09 June 2009 | Jake Kanter
A group of MPs today criticised HM Revenue & Customs (HMRC) for its "highly unsatisfactory" method of securing £71.25 million in compensation following a dispute with a supplier.
In 2005 technology services provider EDS paid HMRC a chunk of money to compensate for its underperforming computer system to deliver tax credits (government payments to people that need support with tax).
It also committed to pay HMRC the remaining £26.5 million over a period of three years but during that time the department received less than £1 million. EDS settled the compensation in a lump sum in January, following its takeover by Hewlett-Packard last year.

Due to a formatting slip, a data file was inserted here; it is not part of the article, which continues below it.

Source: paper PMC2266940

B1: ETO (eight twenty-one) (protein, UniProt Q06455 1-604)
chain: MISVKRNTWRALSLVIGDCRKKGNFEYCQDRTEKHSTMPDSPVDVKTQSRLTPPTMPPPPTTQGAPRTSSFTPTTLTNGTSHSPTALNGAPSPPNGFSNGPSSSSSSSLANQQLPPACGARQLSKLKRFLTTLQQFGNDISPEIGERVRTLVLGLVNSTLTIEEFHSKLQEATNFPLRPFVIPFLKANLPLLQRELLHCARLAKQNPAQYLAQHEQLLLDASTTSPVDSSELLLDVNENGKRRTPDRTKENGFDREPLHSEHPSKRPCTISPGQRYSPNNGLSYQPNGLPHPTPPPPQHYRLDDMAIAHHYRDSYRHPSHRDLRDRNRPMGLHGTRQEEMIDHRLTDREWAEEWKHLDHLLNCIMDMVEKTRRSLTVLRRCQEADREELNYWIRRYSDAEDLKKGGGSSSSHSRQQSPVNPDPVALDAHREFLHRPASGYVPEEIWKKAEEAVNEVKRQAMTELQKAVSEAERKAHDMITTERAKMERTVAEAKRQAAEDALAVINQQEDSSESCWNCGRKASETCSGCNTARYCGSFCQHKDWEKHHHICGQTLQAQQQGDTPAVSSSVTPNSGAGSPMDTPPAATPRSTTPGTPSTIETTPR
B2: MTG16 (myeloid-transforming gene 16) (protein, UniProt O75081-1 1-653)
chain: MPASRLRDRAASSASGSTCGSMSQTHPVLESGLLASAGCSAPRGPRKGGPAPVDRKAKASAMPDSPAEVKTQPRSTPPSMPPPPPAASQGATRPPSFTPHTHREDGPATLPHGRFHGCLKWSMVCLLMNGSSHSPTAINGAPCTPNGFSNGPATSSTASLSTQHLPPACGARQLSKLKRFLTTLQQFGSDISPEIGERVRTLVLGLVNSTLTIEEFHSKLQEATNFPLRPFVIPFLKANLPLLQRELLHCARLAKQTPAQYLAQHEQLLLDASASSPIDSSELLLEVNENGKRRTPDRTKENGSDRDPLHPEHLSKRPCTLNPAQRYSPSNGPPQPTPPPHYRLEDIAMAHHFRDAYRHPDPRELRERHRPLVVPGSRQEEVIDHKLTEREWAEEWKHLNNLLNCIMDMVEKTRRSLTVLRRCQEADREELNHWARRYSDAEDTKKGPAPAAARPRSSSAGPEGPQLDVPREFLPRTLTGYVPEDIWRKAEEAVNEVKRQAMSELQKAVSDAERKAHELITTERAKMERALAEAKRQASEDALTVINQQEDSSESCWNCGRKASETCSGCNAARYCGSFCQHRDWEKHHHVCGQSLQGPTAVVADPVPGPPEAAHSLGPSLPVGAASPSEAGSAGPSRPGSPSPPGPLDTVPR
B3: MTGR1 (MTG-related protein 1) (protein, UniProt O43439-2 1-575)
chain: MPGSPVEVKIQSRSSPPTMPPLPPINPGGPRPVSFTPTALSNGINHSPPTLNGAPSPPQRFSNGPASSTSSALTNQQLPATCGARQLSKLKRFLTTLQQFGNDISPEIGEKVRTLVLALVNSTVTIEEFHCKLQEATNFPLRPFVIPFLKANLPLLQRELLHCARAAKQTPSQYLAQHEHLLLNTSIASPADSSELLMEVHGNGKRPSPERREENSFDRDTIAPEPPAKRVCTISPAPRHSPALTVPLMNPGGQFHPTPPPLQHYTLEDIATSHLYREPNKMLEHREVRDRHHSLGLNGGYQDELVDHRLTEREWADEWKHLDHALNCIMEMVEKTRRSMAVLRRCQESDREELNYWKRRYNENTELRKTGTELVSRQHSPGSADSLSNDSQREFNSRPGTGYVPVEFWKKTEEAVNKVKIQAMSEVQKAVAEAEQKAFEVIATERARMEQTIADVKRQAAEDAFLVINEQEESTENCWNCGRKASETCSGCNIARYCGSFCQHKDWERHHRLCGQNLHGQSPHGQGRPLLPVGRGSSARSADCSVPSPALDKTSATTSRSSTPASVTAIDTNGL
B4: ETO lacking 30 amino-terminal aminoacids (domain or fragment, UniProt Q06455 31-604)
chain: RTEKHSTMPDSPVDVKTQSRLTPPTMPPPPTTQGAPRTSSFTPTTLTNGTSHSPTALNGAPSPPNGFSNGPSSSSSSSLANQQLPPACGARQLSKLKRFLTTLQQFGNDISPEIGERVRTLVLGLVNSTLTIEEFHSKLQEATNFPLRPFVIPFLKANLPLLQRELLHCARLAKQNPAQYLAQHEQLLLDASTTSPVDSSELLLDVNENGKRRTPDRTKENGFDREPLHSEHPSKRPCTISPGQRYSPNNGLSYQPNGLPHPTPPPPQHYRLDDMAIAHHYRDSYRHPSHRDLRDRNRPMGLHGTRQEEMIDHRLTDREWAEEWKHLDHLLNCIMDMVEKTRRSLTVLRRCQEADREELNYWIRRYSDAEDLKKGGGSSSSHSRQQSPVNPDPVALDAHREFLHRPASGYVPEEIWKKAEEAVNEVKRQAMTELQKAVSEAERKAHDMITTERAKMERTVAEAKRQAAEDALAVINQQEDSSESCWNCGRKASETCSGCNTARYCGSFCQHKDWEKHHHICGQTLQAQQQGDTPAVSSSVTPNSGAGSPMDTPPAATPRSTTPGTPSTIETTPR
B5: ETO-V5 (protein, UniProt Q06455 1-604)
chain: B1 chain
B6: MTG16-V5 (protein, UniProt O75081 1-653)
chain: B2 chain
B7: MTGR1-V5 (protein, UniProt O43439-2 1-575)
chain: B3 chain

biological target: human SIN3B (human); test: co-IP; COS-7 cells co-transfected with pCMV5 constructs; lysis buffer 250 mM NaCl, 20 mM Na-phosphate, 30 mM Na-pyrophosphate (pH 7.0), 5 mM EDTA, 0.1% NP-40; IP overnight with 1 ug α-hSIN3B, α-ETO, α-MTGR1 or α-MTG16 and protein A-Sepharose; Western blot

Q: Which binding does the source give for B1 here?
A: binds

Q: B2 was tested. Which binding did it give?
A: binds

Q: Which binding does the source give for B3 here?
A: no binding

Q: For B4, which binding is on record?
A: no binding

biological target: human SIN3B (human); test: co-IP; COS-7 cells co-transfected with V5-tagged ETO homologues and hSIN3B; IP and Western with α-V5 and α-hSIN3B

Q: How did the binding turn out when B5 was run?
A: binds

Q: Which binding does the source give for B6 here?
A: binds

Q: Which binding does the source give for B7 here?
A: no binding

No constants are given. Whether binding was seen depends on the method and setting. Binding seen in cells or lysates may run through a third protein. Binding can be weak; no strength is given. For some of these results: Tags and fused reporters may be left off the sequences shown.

A report by the Public Accounts Committee (PAC) said HMRC's agreement that EDS pay part of the compensation in instalments based on the IT firm winning future government contracts, did not work. The committee has previously recommended that Government should not be placed in the "invidious position of having to commission further work from the contractor to recover compensation for underperformance".
PAC chairman Edward Leigh MP said the agreement was "highly unsatisfactory" and should "never be repeated".
The report urged HMRC to work with the OGC to ensure other departments learn from the handling of the dispute. It added that the OGC should provide guidance for the public sector on settling similar wrangles.
HMRC did not respond to supplymanagement.com's request for comment.